I haven’t looked forward to a book’s release so much since the final installment of Harry Potter. Here is a new biography of Rashi [1040-1105], part of Nextbook’s Jewish Encounter series, written by one of Judaism’s most revered living authors, Nobel laureate Elie Wiesel. Who better to write about Rashi, the French Talmud scholar, than Wiesel, who attended yeshiva as a youth, found asylum in France after surviving Auschwitz, and went on to study at the Sorbonne?
Wiesel’s Rashi, originally written in French, is a love story between the author and Rashi, who lived and died in Troyes, capital of the province of Champagne. Rashi, an acronym for Rabbi Shlomo ben Isaac, wrote commentaries on the entire Hebrew Bible and nearly the entire Talmud. The greatest of Jewish scholars, more Jews study his words every day than all the other scholars put together.
But Rashi isn’t just words on a page; he was a writer whose personality and opinions permeate his works, a father with three learned daughters in a time when women were forbidden to study the holy texts, and a teacher who attracted a cadre of disciples who wrote devotedly of the teachings they’d “received from his mouth.”
In this slim volume, Wiesel writes a ‘stream-of-consciousness’ remembrance beginning with what he learned from Rashi as a child, then expanded with legends, musings about Rashi’s commentary on Genesis, and finally, comparisons between the First Crusade, which took place towards the end of Rashi’s life, and the Holocaust, which stole Wiesel’s youth and became the force behind his own prodigious writings. Throughout the book, Wiesel asks questions about the medieval scholar who so influenced his childhood. Yet not all his questions get answered. Like Rashi, Wiesel admits that there are things he doesn’t know.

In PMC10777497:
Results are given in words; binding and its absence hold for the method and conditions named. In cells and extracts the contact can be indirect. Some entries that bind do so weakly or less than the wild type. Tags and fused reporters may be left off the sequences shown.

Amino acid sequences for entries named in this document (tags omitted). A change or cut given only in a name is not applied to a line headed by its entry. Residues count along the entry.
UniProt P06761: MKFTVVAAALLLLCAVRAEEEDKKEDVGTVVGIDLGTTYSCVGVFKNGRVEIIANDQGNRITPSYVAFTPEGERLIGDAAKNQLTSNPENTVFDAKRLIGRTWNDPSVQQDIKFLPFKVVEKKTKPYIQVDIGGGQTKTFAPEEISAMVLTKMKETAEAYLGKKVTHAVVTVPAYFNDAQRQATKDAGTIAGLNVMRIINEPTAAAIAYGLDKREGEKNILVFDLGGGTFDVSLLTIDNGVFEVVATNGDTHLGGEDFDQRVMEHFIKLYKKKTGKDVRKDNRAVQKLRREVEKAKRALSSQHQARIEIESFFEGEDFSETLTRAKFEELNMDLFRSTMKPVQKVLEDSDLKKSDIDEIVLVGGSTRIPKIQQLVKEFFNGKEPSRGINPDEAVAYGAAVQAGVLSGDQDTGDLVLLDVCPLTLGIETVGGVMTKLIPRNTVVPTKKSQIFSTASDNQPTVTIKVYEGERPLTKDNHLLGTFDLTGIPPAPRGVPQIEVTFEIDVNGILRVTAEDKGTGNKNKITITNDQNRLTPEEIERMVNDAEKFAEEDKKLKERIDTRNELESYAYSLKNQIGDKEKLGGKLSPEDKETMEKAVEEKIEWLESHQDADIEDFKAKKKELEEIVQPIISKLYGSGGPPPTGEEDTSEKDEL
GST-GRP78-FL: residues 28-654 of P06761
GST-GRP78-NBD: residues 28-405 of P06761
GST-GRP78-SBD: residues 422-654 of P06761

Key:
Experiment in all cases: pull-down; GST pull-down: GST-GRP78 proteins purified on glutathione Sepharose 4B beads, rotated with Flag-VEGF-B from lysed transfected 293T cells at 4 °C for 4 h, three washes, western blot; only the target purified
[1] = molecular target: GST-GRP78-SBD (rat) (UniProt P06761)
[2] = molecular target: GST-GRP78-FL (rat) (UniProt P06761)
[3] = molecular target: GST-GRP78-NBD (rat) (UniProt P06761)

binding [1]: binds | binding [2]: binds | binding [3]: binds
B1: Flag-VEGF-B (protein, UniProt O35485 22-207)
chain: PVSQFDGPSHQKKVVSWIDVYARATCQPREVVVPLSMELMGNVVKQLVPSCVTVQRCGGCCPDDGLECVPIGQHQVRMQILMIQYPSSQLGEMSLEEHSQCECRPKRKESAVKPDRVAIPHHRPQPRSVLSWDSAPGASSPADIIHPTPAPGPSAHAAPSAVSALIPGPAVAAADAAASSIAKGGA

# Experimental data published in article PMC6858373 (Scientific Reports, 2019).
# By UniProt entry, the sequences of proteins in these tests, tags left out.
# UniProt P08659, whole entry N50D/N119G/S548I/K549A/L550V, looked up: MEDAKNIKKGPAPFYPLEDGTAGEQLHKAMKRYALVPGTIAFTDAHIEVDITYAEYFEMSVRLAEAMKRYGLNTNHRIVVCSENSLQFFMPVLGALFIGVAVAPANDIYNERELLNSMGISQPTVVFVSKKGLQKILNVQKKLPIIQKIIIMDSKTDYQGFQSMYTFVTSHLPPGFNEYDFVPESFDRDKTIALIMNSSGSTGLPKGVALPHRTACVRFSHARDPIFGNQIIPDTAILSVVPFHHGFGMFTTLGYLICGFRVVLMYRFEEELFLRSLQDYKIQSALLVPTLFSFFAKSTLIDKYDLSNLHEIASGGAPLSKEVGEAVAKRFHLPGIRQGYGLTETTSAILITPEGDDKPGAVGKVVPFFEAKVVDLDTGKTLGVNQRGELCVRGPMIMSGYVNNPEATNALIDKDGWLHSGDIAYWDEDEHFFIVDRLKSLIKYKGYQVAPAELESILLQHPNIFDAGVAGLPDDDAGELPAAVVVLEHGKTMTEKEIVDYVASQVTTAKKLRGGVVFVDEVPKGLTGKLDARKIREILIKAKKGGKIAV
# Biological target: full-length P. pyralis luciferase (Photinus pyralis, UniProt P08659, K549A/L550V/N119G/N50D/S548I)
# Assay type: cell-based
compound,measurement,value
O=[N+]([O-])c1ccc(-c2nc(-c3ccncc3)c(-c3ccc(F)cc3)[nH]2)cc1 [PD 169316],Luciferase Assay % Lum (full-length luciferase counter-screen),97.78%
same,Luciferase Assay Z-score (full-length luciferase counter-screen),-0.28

There are only four chapters, less than 80 pages of text. The first chapter, titled “Impressions,” recounts Rashi’s life and places him in a community, country, and historical setting. Legends abound, and Wiesel is careful to label them as such. Considering his own history, Wiesel can be forgiven for focusing so heavily on the adversities that Jews of Rashi’s time suffered, yet he admits that “in the eleventh century â€¦ Jews in Europe and in the Holy Land lived in relative safety.”